SUPPORTING our students' journey
CELEBRATING our students' success
Now through June 30th, show your support in honor of our CAN graduates by making a donation to help CAN reach our I CAN Graduate Campaign goal of $5,000!
At CAN, we begin developing relationships with our students in 11th grade and have the unique opportunity to support them every step of the way to college graduation. This month, we proudly celebrate all of our students taking that next big step--whether it's starting college or beginning a career.
Want to meet our graduates and hear from members of our CAN team as they reflect on their personal college graduation experiences? Click below!
HOW CAN YOU HELP ENSURE OUR STUDENTS GRADUATE FROM COLLEGE?
Our high school seniors will face many barriers throughout their college journey. With your help, we can continue to alleviate these barriers and keep students on track to college graduation.
Your support can go a long way:
$1,000 | Fund CAN College Student Mentor for 3 months
$750 | Fund CAN's summer send off ffor 500+ incoming college first-year students
$500 | Provide emergency funds for CAN college students to purchase textbooks and other items
$250 | Fund one month of CAN's Professional Mentorship Program
$100 | Fund 20 care packages for CAN college students during finals week
Donate today and help us reach our goal of $5,000 before June 30th!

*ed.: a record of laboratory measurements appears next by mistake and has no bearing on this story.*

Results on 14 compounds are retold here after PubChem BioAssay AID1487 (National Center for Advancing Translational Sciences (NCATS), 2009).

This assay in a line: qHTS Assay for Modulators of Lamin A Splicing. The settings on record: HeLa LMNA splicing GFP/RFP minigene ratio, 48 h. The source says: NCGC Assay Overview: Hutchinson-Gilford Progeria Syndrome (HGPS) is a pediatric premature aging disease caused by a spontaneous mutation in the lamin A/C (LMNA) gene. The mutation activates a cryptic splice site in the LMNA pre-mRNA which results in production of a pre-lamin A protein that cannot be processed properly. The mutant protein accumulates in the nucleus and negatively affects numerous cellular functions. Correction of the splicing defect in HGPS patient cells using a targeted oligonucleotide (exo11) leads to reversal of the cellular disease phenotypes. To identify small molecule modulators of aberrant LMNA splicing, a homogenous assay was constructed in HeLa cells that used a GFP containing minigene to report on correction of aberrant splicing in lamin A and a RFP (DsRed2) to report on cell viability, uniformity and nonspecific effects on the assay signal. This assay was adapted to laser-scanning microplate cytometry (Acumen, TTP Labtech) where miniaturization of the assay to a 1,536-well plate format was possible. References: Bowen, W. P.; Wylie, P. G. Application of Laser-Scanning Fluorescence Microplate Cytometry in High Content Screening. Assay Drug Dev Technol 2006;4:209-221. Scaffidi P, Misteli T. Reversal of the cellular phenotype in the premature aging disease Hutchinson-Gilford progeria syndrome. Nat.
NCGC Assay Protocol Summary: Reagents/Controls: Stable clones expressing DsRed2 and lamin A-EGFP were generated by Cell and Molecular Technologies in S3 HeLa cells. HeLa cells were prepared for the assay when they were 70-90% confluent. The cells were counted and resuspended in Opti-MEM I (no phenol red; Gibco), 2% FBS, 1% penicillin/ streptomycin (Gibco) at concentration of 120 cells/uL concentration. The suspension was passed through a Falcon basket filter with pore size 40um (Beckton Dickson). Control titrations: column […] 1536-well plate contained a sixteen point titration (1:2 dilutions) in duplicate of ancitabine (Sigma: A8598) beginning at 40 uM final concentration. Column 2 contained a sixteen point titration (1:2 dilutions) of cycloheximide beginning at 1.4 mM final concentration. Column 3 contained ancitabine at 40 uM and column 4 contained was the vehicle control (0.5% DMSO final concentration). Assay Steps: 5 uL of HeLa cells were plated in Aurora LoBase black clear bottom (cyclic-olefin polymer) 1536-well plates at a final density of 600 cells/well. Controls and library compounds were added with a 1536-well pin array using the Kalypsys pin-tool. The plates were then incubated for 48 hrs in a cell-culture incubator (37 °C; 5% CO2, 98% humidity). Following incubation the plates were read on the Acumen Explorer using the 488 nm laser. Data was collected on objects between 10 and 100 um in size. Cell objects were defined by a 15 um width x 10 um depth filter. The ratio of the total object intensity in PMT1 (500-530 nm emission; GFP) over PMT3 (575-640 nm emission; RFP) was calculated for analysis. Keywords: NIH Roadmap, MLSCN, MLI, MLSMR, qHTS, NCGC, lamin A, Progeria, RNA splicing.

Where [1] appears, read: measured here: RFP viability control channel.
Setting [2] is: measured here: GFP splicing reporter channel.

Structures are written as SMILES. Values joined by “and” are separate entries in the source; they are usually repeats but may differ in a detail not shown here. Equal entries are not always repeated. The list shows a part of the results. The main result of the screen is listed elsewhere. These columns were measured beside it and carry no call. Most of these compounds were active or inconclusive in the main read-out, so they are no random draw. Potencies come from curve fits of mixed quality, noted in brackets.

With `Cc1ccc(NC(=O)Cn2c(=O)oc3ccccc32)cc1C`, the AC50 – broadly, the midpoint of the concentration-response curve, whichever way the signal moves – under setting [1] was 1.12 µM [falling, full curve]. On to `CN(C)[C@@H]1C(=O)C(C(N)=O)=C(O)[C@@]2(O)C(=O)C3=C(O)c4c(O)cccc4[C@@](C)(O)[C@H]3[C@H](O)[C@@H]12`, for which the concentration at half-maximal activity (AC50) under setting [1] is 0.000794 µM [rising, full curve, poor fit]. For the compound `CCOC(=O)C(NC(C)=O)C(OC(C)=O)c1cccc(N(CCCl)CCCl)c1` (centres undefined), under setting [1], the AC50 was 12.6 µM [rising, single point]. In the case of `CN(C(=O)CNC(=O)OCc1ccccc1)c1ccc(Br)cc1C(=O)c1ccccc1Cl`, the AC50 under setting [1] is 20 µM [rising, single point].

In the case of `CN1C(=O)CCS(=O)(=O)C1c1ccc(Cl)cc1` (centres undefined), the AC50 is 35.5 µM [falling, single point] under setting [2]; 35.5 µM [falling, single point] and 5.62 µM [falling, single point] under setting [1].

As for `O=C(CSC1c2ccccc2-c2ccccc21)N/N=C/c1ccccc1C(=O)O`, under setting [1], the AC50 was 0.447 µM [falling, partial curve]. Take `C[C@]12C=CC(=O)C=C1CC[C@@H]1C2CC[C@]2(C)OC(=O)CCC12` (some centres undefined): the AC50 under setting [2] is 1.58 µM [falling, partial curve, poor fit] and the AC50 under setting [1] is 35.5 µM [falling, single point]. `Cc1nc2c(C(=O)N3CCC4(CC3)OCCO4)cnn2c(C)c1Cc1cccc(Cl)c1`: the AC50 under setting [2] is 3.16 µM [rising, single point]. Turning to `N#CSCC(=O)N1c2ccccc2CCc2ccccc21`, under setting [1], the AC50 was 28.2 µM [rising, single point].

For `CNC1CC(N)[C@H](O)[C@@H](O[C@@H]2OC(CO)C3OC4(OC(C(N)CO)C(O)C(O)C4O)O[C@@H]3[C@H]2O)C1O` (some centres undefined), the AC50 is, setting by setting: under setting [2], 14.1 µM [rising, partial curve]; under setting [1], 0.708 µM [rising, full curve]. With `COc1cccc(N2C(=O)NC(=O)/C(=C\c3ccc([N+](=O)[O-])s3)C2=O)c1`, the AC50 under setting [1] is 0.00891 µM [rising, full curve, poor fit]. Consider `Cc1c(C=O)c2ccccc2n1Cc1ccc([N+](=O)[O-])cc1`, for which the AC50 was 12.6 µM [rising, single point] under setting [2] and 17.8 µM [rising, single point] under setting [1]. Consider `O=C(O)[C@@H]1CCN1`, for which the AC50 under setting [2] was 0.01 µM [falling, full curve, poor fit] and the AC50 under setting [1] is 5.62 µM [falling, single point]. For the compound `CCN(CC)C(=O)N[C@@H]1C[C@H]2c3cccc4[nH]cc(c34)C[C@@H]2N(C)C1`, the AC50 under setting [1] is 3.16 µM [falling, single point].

MEET OUR 2017 HIGH SCHOOL GRADUATES
MEET OUR 2017 COLLEGE GRADUATES
"My college degree represents more than my individual efforts. My family, friends, and community have all contributed to my success in various ways. My degree empowers me to serve others to the best of my ability, especially people with less privilege than myself. I can be a force for positive change as I continue to share my experience with others and seek equitable solutions to difficult problems. As an aspiring high school teacher, I consider my undergraduate degree in General Science as a stepping stone towards my future career as an educator."
Eric graduated with a Bachelor of Science in General Science. He will go one to pursue his teaching degree and become a high school teacher.
Seattle University '17
Franklin High School '13
University of Washington '17
Franklin High School '13
"I think a college degree is important. Not because it represents you went to school for four years. Not because of four years experiencing the life of dorming and having a roommate or being in a sorority or fraternity. Not because of four years of drinking countless cups of coffees. Not because of four years of late night studying and finishing homework assignments by the 11:59 PM mark. Not because of four years of having minimal hours of sleep.
A college degree is important because it represents the passion and determination one has to attend a college in order to further their education after high school because a lot of people don't get that chance. A chance to find their passion in life. A chance to make a change with a college degree. To me, a college degree can take you further up in life. It opens doors to opportunities to reach for the things you want to do. It’s a great stepping stone to help make you reach for stars that are so much closer. A college degree is a reminder that with passion and determination one can make it far and there is no limit to what you can achieve."
Jenny graduated with a Bachelor of Art in Public Health. She will go on to find a summer job in the the public health field and then get a job as a CNA as she wants to work towards going back to school for nursing.
Middlebury College '17
West Seattle High School '13